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Research to excellence

By Gavin Moodie - posted Thursday, 2 March 2006

What Peter Drucker described as the “knowledge economy” in 1969 is now a competitive global market, with higher education at its centre. While Australian universities have competed for full-fee-paying international students since 1985 and enrolments have grown spectacularly since 1996, the real global competition is in research - for the best researchers, students, facilities, journals and the most money. It is research, rather than teaching quality or student numbers, that is the mark of prestige, the surrogate for quality and the key to national economic prosperity.

Vast amounts of money are now being spent on research and higher education in pursuit of the prestige and economic growth that is expected to follow. Countries in Asia, northern Europe and North America are at the forefront of this investment surge. In 1993, the Chinese Government promulgated the “Outline for reform and development of education in China” which led to the establishment of Project 211 - often literally interpreted as the establishment of 100 “world-famous” universities by the 21st century. The Chinese ministry of education spent nearly 18.3 billion yuan renminbi on Project 211 in the seven years from 1996 to 2002, some $420 million each year. The focus is on research that will drive the Chinese economy in the future, that will keep the best Chinese students at home and attract the best from around the globe, and on the development of prestigious institutions to rival the greatest United States and British universities.

On May 4, 1998, the then president of the People’s Republic of China, Jiang Zemin, delivered a speech to mark the centenary of Peking University in which he argued for China to establish some first-rank, world-class universities. The policy, which became known as Project 985 because it was presaged by the former president in May 1998, has resulted in China investing $4.5 billion in 34 universities to make them “world-class”.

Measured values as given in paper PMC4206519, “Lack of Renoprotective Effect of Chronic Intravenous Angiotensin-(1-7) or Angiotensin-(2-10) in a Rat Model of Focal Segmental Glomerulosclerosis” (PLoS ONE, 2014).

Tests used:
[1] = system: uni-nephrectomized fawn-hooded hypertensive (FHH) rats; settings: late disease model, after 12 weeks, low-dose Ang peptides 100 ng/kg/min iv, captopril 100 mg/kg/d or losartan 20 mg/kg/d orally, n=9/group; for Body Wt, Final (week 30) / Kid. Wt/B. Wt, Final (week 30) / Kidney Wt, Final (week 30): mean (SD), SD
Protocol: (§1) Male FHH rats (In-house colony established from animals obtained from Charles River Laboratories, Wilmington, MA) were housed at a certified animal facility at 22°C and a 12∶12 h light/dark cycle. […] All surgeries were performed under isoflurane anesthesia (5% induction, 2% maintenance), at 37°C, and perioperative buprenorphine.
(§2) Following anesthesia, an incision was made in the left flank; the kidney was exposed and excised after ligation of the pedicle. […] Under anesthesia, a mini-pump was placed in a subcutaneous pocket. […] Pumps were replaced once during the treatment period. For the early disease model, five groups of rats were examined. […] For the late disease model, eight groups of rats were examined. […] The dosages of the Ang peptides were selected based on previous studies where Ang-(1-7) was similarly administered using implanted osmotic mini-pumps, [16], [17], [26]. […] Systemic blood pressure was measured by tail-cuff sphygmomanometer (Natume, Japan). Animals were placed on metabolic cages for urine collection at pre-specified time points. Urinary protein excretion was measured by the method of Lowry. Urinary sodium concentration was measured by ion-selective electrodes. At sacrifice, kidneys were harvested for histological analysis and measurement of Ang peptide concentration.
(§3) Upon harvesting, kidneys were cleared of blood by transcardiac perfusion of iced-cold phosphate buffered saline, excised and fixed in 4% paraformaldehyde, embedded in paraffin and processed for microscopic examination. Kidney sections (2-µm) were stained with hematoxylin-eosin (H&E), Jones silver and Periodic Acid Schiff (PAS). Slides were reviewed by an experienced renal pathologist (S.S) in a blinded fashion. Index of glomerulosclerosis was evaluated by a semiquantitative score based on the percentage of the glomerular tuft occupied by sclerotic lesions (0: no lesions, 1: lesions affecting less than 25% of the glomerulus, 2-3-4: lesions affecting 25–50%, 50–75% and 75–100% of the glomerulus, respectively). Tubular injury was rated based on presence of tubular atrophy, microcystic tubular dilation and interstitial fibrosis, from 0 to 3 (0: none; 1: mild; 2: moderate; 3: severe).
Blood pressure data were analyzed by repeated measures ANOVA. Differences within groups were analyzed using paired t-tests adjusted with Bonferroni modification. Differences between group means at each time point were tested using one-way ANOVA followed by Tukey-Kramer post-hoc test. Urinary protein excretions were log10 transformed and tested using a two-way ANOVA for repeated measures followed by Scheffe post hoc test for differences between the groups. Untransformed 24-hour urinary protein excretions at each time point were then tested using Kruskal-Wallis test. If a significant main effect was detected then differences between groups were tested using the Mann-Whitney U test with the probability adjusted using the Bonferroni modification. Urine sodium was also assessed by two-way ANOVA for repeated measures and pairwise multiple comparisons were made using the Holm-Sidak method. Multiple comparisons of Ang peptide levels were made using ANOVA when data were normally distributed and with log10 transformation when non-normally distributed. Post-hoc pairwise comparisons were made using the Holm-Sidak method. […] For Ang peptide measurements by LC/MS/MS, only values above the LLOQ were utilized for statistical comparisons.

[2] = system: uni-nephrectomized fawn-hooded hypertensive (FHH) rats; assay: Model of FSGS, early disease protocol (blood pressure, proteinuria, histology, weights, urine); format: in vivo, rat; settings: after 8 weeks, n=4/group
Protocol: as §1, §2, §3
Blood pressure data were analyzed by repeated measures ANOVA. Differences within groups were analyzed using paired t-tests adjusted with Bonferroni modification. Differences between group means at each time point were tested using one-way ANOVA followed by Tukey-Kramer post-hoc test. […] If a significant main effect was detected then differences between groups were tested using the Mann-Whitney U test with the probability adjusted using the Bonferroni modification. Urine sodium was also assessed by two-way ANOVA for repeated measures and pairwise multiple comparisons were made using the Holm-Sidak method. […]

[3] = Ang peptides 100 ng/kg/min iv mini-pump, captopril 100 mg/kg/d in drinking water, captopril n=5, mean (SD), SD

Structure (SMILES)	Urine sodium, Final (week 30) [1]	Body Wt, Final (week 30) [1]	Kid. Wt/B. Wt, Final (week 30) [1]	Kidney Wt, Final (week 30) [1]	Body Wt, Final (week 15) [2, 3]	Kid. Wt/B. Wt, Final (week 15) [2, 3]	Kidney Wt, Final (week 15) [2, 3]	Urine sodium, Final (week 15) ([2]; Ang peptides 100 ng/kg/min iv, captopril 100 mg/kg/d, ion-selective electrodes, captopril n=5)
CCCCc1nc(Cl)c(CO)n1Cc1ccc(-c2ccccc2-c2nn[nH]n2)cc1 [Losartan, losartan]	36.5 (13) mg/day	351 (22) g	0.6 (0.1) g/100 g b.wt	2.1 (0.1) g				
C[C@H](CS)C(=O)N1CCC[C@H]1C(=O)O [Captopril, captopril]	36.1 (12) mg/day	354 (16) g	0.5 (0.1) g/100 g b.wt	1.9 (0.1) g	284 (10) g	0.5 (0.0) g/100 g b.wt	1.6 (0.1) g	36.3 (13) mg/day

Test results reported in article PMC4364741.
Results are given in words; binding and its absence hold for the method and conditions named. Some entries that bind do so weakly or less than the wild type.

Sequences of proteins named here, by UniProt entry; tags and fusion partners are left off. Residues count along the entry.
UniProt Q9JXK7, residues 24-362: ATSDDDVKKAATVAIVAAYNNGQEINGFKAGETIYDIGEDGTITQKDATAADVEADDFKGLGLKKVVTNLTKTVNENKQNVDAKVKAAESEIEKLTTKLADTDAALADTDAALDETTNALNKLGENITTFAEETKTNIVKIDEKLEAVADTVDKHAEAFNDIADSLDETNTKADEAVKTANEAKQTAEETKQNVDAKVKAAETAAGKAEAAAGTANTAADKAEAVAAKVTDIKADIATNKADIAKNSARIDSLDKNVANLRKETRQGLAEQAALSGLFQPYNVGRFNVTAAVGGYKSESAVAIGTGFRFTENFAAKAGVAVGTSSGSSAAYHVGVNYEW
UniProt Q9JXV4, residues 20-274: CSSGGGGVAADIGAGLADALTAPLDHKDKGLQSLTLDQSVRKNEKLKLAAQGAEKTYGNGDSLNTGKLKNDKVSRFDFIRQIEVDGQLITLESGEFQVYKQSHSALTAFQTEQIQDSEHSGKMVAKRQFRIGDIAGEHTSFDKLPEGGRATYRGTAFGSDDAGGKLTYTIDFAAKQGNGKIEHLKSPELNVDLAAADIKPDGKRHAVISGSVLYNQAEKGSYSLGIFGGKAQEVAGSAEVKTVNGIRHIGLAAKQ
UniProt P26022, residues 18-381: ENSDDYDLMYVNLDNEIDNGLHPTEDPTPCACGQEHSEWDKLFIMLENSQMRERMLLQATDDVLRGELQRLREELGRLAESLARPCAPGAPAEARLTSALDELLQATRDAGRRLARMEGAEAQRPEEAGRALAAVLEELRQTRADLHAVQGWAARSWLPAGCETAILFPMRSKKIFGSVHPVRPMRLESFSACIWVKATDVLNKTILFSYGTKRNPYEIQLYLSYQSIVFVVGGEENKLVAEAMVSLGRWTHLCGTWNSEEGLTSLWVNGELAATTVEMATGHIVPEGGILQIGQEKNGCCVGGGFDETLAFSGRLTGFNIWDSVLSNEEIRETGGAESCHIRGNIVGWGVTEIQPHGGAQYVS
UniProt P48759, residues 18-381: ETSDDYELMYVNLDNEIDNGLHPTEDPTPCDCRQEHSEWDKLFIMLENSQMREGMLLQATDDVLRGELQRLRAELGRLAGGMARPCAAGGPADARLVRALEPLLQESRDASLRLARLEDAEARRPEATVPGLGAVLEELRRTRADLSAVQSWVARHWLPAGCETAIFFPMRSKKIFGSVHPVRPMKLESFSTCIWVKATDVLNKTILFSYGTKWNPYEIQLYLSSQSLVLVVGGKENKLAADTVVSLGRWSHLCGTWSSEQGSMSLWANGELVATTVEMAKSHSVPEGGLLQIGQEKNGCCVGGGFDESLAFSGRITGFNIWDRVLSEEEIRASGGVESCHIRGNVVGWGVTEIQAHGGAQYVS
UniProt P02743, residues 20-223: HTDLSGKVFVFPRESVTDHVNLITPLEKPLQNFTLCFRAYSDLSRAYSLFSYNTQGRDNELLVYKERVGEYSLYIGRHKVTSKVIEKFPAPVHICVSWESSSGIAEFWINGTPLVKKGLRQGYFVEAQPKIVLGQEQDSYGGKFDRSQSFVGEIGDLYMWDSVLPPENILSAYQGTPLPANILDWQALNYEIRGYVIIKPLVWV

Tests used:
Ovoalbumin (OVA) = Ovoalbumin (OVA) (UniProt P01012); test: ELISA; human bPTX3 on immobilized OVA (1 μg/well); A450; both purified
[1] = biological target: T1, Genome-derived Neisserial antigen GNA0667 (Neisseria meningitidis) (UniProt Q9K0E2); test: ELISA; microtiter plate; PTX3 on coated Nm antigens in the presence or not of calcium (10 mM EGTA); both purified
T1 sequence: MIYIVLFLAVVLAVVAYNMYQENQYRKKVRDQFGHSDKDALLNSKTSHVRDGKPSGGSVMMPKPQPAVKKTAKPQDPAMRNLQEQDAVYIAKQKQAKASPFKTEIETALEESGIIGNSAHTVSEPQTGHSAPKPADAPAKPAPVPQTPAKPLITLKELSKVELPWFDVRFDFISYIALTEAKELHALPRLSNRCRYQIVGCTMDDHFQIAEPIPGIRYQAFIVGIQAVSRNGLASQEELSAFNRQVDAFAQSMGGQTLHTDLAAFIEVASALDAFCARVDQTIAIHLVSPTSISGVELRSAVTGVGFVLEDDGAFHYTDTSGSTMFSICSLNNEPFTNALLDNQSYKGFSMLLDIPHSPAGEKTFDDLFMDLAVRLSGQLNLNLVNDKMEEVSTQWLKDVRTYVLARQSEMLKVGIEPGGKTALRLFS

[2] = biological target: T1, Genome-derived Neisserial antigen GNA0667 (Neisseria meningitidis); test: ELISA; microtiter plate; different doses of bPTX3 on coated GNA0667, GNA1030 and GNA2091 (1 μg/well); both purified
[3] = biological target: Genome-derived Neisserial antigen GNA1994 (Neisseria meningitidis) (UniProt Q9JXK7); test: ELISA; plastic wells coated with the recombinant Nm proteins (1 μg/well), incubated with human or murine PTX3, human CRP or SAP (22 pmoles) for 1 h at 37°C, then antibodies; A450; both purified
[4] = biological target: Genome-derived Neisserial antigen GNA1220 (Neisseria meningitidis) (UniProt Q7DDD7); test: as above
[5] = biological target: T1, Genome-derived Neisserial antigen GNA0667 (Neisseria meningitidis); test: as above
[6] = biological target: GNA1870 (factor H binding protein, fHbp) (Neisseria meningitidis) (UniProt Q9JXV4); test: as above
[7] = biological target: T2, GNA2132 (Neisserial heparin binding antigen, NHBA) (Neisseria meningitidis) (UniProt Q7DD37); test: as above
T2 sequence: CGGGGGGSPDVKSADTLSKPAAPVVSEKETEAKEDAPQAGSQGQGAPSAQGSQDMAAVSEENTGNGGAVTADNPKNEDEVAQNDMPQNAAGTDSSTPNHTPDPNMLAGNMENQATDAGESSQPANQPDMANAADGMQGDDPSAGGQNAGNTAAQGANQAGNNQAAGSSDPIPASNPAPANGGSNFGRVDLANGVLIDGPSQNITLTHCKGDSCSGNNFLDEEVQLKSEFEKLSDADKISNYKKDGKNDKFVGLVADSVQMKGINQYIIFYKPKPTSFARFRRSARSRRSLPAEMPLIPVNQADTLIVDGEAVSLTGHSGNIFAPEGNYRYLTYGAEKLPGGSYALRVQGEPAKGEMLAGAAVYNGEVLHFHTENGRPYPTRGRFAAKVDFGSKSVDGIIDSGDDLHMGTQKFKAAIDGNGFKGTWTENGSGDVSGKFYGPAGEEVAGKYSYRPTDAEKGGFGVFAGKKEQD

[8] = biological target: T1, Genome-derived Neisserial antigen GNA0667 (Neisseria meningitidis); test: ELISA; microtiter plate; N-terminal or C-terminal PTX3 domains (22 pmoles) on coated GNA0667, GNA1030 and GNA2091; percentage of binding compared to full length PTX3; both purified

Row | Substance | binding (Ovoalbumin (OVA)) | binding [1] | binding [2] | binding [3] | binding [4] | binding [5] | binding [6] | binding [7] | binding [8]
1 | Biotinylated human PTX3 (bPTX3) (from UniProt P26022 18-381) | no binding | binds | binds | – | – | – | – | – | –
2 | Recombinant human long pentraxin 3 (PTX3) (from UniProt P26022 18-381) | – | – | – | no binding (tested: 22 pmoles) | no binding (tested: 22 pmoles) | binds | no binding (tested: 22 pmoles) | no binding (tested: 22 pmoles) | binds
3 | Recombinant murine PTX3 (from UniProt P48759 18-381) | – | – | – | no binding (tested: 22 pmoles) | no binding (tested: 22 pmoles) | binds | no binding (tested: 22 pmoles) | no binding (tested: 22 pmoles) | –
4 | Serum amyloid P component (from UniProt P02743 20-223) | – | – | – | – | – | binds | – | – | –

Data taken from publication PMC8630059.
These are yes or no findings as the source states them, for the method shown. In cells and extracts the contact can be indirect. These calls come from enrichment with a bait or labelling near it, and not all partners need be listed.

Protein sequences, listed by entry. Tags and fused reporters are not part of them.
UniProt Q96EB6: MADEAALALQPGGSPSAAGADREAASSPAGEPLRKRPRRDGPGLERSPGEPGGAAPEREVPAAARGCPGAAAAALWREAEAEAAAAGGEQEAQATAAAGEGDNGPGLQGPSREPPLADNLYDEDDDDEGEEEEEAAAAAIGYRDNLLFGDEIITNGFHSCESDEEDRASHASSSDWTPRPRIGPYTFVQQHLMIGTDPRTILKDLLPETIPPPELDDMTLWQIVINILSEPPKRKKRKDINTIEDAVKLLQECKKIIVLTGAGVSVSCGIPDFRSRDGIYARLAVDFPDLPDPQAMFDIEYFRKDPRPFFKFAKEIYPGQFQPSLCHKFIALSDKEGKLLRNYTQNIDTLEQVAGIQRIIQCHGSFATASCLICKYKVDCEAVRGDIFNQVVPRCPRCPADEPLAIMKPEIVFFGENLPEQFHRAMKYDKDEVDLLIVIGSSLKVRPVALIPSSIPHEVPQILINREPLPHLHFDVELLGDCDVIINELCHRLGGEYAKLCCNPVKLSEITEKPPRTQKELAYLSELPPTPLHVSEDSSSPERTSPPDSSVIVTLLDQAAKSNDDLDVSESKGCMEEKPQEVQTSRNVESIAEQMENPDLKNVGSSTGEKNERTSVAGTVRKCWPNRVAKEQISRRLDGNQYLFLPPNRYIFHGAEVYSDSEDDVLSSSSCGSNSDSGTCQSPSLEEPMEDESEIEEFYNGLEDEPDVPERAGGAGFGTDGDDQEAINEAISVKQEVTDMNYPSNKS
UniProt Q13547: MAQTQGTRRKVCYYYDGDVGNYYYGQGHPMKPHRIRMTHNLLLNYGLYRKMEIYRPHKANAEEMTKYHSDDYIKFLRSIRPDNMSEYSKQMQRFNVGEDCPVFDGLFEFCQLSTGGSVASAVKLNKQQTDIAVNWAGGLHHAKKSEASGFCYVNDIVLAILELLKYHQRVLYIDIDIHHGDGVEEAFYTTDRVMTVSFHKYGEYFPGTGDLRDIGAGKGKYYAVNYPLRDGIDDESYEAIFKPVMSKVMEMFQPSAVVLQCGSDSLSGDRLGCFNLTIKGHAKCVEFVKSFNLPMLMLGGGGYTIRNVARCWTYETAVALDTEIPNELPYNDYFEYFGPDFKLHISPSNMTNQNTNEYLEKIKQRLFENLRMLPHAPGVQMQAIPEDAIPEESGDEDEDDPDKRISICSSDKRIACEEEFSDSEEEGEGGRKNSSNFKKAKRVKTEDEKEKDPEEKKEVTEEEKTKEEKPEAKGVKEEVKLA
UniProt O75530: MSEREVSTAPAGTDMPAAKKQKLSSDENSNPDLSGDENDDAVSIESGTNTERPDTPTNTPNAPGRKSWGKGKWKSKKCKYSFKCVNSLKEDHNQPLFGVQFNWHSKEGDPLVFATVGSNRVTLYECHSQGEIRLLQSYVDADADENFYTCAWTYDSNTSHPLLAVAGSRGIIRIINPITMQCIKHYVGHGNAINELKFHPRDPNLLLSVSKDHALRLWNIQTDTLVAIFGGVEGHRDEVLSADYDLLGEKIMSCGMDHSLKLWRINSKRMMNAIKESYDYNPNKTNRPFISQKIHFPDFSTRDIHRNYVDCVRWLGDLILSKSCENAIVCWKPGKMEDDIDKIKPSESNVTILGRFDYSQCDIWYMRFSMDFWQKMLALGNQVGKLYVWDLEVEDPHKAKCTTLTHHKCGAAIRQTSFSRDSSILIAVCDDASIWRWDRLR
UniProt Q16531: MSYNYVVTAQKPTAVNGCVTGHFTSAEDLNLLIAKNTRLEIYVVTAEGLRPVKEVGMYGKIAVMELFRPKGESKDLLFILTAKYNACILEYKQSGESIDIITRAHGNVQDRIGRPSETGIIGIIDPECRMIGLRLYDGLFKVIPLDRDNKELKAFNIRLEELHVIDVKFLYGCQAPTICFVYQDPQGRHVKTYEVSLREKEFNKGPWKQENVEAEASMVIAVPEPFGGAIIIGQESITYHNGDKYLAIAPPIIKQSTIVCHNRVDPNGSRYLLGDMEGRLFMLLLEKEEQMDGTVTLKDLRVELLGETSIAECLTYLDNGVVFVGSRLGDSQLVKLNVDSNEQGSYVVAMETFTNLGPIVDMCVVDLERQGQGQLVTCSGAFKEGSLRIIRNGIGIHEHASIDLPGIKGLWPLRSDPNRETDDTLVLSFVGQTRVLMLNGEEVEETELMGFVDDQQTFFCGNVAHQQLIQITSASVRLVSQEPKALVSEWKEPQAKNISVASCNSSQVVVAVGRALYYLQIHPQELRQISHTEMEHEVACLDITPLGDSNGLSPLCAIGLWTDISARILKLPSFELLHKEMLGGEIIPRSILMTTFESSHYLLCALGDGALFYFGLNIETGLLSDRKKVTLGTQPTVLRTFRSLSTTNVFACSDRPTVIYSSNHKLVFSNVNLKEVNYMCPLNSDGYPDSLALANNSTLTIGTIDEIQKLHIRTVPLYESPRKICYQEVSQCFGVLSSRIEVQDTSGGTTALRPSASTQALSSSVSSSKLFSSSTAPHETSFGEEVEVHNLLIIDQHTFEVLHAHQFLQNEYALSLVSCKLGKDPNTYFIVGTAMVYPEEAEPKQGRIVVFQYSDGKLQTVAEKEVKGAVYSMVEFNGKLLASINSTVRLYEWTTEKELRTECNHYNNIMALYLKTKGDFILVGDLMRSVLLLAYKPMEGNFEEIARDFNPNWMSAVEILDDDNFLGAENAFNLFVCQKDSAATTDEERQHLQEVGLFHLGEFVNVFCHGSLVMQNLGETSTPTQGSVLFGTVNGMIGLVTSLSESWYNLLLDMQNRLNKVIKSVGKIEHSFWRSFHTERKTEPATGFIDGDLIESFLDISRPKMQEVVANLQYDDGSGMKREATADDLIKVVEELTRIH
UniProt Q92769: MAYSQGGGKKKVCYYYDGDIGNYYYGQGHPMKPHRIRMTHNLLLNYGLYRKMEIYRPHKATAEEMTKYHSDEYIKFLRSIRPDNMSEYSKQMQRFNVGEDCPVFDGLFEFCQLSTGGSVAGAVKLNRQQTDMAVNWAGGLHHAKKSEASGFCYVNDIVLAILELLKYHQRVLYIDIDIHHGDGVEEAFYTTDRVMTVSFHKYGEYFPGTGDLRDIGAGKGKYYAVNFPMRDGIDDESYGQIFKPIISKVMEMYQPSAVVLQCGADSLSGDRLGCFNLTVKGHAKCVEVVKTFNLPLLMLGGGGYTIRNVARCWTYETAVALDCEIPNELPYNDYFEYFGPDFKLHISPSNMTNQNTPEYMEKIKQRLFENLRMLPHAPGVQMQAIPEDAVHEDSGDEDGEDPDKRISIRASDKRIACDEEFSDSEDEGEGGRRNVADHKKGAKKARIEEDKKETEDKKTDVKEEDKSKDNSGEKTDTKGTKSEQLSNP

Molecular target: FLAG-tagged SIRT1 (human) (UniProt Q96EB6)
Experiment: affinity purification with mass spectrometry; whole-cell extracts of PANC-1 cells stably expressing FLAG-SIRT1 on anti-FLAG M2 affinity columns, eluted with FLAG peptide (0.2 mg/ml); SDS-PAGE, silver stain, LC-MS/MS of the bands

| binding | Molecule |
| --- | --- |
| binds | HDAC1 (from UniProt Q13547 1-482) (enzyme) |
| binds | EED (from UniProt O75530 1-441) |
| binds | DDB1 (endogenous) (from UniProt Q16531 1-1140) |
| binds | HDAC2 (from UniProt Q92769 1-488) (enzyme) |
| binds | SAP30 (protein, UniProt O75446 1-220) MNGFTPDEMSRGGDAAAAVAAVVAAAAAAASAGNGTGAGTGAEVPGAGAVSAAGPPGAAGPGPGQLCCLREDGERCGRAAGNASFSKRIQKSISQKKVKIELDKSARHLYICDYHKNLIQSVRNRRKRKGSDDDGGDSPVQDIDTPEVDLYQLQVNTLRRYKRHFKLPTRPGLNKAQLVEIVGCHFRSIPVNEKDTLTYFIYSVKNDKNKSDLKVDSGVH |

But what is a “world-famous” or “world-class” university? Until recently no one knew. There was probably a general consensus that Oxford, Cambridge, Stanford, Berkeley and MIT were world leaders, and that Harvard outstripped them all. Jiang Zemin’s alma mater, Shanghai Jiao Tong University, decided to find out. Its Institute of Higher Education, lead by Professor Nian Cai Liu, first published an academic ranking of the top 500 world universities in June 2003. Shanghai Jiao Tong University allocates 30 per cent of its ranking according to the number of each institution’s graduates and staff who have won Nobel prizes for science or Field medals for mathematics and the rest to research publications and citations that are heavily weighted to scientific research. Nonetheless, Shanghai Jiao Tong’s ranking has reasonable face validity as a ranking of universities’ research performance and is the most authoritative and, in my view, the only credible international ranking of universities. Its 2005 rank places Harvard on top, as expected, with a score set at 100. Cambridge is ranked second, but with a score of only 73.6. The rest of the top 20 is dominated by US universities, with Oxford making tenth place with a score of 59.7 and Tokyo University ranked 20 with a score of 46.7.

Liu decided that a world-famous university was one ranked in the top 200, while a world-class university was one ranked in the top 100. On this measure, Australia does quite well, with the Australian National University and the University of Melbourne considered world-class and the universities of Sydney, Queensland, NSW and Western Australia considered world-famous.